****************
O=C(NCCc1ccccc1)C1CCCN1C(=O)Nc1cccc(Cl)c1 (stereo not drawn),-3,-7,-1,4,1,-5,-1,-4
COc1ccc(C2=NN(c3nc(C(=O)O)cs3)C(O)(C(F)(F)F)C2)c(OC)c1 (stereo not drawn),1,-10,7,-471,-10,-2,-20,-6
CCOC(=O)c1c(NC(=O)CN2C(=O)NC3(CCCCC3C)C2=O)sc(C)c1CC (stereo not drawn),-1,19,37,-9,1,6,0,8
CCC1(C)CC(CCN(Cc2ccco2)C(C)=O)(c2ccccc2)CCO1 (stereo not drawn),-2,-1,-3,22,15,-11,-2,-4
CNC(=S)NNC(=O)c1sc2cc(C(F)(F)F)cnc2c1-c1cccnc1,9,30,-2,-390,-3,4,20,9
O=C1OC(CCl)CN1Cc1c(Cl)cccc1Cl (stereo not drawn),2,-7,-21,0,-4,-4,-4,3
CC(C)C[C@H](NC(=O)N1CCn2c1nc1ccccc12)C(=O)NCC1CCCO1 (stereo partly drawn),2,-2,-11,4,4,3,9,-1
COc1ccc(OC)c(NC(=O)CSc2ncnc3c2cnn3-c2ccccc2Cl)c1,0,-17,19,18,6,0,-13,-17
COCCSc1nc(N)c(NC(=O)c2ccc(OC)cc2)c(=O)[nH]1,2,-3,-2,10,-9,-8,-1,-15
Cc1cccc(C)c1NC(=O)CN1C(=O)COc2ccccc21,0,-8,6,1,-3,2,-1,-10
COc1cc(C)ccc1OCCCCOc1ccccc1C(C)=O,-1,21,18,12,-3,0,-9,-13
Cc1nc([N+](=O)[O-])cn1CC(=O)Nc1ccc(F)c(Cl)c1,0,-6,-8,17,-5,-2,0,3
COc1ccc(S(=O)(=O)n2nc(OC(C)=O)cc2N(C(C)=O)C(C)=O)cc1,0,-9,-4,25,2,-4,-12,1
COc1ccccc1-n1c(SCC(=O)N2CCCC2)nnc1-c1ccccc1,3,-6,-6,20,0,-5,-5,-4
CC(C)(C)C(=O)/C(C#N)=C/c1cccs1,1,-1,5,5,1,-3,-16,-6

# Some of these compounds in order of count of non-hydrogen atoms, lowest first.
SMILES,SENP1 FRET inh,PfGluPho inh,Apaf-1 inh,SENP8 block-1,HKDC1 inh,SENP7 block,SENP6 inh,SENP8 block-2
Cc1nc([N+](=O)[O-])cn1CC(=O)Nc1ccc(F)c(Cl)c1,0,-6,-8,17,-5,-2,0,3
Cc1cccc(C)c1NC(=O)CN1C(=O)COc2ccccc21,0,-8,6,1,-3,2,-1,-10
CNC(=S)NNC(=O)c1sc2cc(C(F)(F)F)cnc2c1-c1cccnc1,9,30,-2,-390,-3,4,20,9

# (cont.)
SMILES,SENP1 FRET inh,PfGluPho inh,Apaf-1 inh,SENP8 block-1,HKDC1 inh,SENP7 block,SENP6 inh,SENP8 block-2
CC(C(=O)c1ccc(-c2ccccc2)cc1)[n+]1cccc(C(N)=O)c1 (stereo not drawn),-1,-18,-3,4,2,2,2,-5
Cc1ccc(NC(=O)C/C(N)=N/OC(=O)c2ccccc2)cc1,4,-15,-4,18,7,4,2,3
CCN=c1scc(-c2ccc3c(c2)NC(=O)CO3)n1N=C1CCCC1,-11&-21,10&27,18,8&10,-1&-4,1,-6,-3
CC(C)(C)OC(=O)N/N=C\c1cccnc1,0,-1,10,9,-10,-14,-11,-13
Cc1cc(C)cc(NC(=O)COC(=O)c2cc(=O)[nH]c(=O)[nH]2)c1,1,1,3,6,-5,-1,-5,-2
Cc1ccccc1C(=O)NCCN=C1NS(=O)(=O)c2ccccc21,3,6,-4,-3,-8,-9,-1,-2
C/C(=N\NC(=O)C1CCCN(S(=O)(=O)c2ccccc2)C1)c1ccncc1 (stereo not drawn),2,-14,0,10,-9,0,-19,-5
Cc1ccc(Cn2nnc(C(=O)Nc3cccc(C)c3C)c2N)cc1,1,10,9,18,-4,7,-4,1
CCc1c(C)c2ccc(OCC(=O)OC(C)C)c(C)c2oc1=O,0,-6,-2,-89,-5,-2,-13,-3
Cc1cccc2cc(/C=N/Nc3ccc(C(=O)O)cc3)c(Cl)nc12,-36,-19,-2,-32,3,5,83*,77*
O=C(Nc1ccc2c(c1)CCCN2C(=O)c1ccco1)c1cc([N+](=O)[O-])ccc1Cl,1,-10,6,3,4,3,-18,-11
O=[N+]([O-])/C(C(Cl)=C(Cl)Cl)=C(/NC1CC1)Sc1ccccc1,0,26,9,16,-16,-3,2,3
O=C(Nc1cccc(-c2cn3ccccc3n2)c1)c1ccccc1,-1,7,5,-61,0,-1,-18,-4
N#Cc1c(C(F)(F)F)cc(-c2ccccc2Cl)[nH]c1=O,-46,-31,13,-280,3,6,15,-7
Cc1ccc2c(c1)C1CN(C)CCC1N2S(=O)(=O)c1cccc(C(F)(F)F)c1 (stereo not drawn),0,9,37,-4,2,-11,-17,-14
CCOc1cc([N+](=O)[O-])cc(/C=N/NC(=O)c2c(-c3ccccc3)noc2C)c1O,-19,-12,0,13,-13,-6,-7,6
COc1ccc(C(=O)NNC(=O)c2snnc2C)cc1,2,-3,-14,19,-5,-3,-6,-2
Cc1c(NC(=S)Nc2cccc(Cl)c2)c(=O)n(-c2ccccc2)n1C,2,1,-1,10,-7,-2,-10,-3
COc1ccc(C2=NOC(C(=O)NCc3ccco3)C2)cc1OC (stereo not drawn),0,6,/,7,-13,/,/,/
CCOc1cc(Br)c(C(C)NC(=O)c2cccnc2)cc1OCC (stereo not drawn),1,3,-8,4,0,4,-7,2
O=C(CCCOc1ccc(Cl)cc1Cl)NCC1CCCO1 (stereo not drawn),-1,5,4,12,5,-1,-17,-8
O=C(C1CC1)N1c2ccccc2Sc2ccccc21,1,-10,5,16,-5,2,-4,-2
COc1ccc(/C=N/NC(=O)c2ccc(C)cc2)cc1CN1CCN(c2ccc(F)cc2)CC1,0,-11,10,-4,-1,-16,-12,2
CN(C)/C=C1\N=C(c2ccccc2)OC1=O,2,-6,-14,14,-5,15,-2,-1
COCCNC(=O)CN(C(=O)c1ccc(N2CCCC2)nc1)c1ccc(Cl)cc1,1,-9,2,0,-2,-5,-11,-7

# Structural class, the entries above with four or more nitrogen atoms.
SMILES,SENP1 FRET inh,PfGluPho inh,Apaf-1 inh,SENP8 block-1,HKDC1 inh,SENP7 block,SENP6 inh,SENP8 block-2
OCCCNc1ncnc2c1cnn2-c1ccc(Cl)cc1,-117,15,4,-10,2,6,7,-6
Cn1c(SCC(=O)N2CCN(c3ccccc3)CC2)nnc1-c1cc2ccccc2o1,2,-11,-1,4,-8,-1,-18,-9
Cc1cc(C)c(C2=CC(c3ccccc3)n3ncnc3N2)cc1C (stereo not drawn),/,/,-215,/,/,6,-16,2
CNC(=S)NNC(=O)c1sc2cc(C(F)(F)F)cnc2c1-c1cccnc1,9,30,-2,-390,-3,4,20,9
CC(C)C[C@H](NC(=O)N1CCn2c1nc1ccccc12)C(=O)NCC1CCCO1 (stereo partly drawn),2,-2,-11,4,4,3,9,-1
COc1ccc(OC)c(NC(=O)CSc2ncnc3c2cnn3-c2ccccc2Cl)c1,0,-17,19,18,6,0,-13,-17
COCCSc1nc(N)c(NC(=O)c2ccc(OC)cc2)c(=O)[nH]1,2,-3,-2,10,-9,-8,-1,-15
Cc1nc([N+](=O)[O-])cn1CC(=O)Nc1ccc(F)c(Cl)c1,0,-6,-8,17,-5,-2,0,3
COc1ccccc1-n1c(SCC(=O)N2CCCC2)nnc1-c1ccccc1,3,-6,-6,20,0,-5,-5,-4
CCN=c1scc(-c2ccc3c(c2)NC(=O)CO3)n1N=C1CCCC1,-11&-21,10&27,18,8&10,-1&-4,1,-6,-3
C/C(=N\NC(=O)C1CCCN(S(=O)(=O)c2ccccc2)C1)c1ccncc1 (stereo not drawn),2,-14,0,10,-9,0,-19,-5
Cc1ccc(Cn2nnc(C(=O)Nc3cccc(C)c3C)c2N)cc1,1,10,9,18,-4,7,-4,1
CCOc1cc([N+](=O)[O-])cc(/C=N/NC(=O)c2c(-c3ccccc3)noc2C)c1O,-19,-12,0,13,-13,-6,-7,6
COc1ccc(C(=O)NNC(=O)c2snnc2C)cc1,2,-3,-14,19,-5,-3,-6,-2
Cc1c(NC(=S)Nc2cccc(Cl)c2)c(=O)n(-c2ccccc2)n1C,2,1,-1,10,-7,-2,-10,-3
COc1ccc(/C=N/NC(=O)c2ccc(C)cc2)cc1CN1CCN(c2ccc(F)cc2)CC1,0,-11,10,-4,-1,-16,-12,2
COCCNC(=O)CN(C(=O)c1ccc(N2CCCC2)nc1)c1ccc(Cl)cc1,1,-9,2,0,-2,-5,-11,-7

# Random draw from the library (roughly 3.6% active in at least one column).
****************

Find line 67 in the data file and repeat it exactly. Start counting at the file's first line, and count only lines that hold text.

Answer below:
# Random draw from the library (roughly 3.6% active in at least one column).